Okay, so maybe that’s a bit of an exaggeration, but when I think about the success of the Foster Kitten Cam, it does seem like we’re on the cusp of Total Kitten Domination.
The Foster Kitten Cam was started by John Bartlett, a volunteer for Seattle-based Purrfect Pals. John has fostered over 35 litters of kittens and their Moms to help get them ready for their furrever homes. A few litters ago, he set up a web cam to keep track of the kittens while he was at work. He posted the link on Facebook and Livestream and then the Internet basically exploded. It was pawesome.
Since then, John’s been profiled in everything from People magazine to local newspapers to the Daily Mail in the U.K. Kitten Cam watchers from around the world have donated thousands of dollars to Purrfect Pals. Viewers have sketched and crafted versions of the kittens for sale on eBay (again with proceeds going to Purrfect Pals). Newly adopted kittens and cats are instant Facebook superstars. Ash (pictured above), arguably the most popular kitten in the most recently adopted litter, garnered over 4,200 likes on his Facebook page within two days of his adoption. How many businesses have that kind of fanbase?
The Kitten Cam didn’t go viral because John or Purrfect Pals wanted it to. The Kitten Cam is a social media success story because it fulfills a need in people’s lives. The kittens help viewers get over the recent loss of their own pets or help them cope with stress, loneliness and homesickness. For some people, the kittens just provide hours of cheap, adorable entertainment.
So what can your organization learn from the Kitten Cam?
At first glance, it seems like a 24/7 kitten cam is a no-brainer. Cuteness galore! But kittens sleep 18-20 hours a day. There’s a lot of down time on the Kitten Cam. People don’t care. They want to see everything, edit and watch for themselves. The Kitten Cam is authentic. What’s going to work for your organization is something that’s authentically yours. While we all don’t have the luxury of working with kittens, there’s always going to be something, even for things you may think of as “boring”. For example, an office of tax preparers could set up a way to measure the amount of coffee they go through during tax season and track it online. You could tie that into a contest or a charity and make it something real, fun and relevant to your business. A school district could make a fun video (featuring their business VoIP phones’ call routing features, of course) showing staff reactions to a snow day. One of our current business VoIP customers, Cuddeback Digital keeps galleries of the best customer photos taken by their scouting cameras.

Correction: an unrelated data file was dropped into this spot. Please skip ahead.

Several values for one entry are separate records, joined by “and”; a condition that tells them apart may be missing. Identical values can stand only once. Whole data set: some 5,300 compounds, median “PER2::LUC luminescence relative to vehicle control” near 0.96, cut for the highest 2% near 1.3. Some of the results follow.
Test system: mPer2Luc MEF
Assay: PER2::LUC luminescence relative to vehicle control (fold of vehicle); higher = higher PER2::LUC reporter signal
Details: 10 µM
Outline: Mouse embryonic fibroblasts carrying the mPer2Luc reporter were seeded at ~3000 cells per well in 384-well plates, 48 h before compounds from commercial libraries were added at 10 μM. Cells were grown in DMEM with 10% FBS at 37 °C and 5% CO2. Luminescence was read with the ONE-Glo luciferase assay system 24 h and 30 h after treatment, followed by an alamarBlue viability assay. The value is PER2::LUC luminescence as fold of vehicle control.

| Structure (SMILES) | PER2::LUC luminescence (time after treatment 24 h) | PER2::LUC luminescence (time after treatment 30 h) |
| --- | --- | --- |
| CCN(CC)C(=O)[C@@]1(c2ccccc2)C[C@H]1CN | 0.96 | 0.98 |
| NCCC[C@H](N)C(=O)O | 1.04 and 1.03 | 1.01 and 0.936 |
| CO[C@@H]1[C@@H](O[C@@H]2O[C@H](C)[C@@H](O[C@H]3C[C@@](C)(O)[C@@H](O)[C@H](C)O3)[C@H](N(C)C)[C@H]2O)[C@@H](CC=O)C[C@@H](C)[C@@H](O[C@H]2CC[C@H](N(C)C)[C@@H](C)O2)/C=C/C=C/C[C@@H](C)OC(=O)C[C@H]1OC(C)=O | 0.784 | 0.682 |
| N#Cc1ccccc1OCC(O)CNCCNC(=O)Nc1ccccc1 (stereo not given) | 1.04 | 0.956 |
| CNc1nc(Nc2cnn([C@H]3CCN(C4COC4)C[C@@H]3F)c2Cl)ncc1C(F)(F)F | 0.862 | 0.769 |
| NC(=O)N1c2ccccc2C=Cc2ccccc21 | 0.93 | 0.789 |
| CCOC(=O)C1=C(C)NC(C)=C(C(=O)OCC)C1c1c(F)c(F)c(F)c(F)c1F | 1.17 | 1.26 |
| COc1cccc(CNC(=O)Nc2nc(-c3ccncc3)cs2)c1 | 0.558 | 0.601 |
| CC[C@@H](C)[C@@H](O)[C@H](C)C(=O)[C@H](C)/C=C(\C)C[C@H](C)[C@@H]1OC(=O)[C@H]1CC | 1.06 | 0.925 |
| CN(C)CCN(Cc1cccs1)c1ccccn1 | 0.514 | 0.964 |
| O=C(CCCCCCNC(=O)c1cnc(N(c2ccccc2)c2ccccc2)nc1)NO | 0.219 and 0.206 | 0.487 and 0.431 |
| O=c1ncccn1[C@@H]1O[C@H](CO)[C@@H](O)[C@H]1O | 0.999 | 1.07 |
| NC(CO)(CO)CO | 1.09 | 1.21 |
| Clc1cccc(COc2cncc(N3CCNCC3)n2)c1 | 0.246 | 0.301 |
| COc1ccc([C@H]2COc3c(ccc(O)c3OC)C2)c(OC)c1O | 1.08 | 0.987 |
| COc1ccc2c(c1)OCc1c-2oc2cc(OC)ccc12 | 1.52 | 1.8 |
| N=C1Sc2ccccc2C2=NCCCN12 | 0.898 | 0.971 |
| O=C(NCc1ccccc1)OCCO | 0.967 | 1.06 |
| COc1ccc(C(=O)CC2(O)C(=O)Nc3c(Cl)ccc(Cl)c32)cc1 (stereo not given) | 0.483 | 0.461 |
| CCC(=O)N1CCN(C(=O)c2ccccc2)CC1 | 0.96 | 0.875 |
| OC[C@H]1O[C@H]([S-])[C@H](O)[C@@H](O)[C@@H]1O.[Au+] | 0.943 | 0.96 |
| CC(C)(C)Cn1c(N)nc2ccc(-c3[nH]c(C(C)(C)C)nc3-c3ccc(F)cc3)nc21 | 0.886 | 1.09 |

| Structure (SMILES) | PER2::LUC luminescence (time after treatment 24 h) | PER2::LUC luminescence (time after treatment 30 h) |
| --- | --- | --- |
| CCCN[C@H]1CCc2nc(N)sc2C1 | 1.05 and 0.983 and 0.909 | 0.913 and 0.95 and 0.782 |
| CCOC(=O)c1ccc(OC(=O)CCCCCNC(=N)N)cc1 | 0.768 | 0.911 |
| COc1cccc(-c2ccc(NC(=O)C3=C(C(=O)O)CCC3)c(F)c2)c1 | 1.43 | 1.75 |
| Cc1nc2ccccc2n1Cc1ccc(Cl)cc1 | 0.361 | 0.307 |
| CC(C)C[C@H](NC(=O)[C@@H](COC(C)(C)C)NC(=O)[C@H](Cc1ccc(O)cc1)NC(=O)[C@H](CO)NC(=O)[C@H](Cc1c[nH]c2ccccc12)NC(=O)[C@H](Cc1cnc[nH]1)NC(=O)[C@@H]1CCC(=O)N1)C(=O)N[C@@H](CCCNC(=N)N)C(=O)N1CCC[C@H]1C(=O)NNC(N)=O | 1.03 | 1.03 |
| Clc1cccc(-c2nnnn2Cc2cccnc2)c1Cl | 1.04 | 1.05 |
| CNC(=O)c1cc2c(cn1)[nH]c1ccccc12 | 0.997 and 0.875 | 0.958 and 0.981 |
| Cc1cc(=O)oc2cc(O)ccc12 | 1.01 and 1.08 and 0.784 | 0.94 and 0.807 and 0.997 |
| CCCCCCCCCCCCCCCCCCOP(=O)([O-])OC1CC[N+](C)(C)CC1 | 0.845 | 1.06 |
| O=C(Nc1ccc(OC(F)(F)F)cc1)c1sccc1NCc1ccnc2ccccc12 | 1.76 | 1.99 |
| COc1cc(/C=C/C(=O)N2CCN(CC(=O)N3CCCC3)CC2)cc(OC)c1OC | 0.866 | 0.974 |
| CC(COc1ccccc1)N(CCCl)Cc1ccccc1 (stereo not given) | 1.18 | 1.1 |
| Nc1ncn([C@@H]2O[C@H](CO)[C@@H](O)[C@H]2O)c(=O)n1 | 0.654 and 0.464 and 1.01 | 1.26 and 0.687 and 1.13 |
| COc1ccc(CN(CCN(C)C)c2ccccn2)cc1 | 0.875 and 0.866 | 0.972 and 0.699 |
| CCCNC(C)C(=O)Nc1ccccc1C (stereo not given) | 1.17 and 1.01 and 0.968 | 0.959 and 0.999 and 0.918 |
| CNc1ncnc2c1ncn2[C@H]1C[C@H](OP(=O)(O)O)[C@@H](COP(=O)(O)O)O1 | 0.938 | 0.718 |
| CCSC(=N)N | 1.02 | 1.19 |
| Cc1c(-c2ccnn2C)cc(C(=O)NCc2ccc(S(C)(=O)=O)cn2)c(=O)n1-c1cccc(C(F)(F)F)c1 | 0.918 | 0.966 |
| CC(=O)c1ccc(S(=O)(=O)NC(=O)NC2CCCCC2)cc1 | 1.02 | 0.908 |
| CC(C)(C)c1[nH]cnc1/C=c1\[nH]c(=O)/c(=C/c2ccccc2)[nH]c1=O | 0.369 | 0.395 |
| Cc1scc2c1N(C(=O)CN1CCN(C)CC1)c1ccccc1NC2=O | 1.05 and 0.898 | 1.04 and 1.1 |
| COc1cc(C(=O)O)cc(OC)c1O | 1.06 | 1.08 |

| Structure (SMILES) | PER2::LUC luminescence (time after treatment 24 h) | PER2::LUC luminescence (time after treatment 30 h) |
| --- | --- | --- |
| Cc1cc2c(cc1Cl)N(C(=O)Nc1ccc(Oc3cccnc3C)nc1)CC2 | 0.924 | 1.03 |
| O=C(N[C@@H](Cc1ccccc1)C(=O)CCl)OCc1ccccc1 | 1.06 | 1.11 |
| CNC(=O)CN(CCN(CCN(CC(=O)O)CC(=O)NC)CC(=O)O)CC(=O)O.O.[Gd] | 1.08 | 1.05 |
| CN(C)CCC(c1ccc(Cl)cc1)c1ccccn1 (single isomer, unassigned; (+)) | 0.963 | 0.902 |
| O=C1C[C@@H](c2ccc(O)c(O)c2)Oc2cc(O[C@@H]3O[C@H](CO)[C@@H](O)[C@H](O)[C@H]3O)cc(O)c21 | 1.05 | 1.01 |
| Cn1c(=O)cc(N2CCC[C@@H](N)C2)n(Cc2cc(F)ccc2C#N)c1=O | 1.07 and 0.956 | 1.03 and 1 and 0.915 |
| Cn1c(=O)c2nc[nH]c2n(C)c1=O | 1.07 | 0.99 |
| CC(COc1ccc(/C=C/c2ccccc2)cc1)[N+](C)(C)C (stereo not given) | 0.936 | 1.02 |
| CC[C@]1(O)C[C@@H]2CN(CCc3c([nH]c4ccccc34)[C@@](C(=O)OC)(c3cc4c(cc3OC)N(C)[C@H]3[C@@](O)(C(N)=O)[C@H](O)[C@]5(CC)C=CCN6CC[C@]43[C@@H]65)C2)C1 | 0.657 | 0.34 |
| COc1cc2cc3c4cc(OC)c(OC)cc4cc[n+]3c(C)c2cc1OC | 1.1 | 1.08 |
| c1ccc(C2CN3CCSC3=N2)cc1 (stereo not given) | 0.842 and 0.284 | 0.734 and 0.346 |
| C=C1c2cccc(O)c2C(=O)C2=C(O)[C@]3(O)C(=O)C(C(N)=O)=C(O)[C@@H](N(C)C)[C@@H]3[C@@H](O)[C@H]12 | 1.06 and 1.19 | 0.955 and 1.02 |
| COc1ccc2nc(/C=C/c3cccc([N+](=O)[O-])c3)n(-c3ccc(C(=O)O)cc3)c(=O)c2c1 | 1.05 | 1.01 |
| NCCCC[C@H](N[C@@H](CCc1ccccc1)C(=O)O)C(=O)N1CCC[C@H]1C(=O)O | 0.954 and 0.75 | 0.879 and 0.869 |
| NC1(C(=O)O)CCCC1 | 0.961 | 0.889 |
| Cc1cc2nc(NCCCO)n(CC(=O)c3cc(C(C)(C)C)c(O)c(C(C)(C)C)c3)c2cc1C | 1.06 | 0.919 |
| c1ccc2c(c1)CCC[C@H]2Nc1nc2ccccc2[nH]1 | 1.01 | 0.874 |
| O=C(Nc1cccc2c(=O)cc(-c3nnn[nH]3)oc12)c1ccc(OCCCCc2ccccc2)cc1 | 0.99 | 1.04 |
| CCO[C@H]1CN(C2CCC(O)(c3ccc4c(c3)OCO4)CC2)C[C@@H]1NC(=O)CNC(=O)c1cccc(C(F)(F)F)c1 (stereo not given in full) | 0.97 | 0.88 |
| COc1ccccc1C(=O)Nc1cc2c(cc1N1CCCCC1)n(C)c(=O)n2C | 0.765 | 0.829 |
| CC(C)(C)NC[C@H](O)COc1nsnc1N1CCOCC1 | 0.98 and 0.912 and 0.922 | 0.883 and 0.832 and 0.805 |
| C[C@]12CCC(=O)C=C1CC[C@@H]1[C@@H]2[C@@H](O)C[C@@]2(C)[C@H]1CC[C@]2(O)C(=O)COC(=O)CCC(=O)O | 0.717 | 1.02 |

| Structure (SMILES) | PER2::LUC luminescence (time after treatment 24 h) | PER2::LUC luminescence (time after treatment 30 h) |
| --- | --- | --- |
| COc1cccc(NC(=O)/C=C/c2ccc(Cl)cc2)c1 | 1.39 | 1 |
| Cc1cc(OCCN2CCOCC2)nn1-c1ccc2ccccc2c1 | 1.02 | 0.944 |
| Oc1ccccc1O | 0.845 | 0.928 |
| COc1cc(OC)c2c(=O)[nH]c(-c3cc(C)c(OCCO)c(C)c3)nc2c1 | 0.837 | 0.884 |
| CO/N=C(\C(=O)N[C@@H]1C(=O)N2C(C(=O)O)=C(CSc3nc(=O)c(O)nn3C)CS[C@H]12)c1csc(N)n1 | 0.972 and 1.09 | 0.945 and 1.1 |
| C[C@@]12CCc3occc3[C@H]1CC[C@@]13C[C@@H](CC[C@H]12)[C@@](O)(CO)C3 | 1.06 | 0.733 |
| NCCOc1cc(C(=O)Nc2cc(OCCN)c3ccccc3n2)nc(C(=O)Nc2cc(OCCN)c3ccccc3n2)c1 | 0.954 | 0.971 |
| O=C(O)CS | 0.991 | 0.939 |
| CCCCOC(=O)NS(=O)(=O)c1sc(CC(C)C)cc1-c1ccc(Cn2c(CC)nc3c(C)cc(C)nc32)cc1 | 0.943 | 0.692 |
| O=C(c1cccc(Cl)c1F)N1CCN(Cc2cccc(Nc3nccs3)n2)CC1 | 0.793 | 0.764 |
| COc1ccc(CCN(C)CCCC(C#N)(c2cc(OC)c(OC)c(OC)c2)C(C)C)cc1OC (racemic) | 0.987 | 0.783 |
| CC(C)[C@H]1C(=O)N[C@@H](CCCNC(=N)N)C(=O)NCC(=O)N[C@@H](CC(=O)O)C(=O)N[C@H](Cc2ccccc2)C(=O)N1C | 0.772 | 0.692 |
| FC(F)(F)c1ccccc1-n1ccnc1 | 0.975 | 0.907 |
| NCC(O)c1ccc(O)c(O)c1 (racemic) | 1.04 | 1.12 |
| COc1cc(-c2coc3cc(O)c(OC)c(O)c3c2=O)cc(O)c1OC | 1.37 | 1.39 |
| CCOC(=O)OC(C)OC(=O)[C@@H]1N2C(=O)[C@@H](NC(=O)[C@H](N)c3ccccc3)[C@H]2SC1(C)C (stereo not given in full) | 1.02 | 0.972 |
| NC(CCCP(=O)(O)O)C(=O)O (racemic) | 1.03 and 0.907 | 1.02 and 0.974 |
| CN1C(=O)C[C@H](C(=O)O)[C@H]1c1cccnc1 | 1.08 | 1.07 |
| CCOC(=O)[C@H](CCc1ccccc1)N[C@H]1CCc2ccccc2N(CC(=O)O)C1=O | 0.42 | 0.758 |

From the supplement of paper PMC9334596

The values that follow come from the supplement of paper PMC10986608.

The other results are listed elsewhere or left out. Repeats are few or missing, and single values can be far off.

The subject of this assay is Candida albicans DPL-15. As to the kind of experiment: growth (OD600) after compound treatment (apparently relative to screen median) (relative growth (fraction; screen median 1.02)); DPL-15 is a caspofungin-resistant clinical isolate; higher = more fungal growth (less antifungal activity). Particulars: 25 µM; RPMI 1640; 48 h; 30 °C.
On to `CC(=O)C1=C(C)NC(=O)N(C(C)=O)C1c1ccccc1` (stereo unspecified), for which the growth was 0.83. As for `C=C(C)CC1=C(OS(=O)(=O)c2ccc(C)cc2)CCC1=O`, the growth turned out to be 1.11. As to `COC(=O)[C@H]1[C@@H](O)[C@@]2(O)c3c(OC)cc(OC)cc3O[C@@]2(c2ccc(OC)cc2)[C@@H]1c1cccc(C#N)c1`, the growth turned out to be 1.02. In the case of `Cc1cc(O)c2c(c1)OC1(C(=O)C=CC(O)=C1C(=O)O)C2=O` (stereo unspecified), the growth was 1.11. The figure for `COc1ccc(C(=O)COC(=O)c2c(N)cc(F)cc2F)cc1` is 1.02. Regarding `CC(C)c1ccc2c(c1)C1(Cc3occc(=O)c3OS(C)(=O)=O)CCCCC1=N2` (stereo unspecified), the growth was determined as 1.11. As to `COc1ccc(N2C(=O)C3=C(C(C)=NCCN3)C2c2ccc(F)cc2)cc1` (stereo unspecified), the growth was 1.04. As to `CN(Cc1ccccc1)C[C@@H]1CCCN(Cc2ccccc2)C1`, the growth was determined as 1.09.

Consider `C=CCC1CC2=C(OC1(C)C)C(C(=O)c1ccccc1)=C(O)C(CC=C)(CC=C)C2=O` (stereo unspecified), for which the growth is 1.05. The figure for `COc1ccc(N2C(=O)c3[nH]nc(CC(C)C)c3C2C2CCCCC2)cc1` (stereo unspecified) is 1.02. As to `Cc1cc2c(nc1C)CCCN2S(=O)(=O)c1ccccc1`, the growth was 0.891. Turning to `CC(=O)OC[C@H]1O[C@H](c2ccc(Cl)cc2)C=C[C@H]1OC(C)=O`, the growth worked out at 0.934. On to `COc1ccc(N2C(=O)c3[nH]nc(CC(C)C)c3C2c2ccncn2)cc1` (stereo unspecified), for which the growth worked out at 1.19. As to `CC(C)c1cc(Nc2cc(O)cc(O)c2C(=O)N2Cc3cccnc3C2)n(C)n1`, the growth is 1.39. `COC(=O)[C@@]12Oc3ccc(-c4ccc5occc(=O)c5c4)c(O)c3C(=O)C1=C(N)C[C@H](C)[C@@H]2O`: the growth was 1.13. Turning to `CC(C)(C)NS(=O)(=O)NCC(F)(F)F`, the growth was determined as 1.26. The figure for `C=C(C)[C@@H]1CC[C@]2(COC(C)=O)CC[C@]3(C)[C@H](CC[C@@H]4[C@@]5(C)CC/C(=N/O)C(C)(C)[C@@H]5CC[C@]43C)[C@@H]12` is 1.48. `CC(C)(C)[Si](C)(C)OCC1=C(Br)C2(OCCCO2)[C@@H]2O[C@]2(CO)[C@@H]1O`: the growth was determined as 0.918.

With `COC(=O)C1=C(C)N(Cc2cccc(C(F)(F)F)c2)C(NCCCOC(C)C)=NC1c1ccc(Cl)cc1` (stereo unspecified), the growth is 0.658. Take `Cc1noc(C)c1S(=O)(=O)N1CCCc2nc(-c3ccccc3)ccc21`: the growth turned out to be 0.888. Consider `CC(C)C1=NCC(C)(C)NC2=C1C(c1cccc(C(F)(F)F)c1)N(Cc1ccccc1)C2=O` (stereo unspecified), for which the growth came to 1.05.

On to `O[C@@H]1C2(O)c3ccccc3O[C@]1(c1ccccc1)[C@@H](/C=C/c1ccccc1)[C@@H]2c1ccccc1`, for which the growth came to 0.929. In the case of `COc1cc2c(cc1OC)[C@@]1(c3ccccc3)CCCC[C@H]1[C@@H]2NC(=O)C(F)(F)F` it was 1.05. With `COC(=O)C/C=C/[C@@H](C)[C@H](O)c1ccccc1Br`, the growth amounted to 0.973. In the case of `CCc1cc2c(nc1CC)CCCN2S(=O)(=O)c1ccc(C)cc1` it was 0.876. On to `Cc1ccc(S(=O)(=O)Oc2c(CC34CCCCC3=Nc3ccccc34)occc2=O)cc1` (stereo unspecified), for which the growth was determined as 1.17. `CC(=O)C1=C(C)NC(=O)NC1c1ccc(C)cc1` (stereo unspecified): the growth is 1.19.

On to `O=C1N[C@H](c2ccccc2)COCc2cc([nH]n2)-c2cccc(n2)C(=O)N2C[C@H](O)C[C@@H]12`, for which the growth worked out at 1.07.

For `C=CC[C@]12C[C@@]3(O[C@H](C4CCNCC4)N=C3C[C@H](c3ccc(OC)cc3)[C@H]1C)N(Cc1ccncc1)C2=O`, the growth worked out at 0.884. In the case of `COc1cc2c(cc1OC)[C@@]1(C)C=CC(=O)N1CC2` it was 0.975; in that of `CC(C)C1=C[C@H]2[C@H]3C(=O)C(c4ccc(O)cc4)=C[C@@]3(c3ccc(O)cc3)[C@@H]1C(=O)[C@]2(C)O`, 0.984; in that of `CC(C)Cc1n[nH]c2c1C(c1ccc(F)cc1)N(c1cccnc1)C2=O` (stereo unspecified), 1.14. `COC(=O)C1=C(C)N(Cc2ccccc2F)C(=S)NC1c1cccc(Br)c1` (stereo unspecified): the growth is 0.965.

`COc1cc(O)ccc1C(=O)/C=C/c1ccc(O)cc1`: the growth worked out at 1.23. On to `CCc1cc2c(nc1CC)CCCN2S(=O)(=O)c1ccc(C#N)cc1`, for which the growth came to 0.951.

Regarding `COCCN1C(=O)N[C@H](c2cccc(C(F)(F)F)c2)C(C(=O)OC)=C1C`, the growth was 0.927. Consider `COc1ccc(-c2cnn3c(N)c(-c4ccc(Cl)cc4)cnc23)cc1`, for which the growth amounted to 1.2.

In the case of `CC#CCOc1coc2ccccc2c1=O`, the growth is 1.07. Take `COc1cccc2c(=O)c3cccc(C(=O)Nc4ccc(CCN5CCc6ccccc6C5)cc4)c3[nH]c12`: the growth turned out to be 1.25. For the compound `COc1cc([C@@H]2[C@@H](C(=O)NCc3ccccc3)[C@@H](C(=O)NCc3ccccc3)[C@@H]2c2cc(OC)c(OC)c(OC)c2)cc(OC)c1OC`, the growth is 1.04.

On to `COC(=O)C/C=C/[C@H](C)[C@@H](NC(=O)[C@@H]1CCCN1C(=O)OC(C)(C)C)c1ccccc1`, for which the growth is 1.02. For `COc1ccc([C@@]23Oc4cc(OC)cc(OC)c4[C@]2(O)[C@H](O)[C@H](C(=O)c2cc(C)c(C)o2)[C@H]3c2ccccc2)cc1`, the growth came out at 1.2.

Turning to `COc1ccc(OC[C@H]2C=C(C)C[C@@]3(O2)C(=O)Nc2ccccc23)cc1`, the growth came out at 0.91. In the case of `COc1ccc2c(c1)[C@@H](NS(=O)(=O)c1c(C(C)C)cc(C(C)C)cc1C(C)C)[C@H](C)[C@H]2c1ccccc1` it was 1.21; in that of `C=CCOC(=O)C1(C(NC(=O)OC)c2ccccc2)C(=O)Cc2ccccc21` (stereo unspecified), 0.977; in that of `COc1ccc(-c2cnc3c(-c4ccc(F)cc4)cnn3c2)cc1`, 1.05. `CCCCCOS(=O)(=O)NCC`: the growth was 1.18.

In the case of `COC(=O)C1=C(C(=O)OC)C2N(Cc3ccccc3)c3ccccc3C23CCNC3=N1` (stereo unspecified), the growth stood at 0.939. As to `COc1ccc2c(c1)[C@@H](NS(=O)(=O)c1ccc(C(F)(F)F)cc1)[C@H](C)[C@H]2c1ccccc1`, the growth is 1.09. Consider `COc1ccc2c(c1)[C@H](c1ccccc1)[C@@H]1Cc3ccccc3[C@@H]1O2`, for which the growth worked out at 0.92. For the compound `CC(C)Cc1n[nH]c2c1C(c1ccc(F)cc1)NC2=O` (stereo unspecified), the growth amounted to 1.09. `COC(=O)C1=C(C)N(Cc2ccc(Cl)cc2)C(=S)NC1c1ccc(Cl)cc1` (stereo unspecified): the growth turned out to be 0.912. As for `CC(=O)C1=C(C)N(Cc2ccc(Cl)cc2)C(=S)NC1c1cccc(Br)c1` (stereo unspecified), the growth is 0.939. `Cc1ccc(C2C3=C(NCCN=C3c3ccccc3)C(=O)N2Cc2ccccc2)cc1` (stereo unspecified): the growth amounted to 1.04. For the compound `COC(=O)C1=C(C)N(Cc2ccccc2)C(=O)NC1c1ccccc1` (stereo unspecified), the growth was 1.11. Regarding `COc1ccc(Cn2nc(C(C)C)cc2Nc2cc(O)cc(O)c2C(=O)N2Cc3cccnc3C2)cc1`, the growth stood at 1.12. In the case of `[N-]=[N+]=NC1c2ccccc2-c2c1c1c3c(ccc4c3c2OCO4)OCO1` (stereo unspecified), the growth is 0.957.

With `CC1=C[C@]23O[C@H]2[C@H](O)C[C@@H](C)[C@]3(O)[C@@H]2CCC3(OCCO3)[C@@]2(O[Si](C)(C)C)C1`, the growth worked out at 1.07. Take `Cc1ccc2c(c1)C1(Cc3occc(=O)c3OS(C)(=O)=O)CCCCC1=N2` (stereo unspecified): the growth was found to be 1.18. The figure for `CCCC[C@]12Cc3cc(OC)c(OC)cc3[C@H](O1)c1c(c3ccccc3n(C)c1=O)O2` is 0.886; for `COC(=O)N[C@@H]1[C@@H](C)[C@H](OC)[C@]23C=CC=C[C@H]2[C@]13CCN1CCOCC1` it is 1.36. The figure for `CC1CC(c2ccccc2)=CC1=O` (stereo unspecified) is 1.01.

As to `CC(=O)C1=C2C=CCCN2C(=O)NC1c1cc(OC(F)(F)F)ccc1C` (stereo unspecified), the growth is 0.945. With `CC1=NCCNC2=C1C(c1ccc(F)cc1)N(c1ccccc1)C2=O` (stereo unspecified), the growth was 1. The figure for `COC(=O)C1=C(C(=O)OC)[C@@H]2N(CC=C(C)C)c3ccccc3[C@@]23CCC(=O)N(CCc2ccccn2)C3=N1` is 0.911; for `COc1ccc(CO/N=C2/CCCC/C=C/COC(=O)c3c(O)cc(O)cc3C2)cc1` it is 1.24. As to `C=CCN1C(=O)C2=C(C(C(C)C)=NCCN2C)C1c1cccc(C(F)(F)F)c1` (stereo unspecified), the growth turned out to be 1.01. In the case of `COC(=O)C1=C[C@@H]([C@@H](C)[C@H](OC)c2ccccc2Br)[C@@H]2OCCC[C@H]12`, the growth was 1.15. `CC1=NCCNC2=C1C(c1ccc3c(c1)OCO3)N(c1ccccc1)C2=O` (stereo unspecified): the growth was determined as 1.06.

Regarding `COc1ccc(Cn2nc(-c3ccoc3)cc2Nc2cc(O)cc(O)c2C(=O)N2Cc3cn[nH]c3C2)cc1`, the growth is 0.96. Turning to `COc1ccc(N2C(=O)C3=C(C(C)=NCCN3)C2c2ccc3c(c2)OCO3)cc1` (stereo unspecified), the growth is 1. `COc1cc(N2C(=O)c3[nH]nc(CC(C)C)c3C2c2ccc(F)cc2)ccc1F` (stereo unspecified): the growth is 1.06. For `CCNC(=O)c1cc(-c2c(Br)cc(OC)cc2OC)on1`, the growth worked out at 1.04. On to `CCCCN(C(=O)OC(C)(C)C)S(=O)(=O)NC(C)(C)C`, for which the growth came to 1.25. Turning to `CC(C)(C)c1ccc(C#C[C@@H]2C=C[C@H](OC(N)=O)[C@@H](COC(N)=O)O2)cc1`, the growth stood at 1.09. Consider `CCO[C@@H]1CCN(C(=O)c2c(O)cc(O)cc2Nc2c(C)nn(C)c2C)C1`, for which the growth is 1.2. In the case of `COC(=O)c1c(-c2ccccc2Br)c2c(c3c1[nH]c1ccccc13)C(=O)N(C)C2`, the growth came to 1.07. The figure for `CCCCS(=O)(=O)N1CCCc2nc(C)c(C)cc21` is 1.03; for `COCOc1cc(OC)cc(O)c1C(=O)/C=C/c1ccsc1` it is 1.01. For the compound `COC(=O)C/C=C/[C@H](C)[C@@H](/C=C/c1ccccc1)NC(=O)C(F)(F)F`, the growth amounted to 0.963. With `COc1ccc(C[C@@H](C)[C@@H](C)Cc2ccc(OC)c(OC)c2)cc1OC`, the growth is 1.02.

You’re probably not going to create the next Grumpy Cat, or LOL Cats or I Can Has Cheezburger or Chemistry Cats or this video of a cat singing the Game of Thrones theme that has over 2.4 million views (still don’t believe me that the Internet is all about cats?), but you can find a way to use social media in a way that gives something to your customers (even if sometimes it’s just a smile) without sacrificing your business’ identity.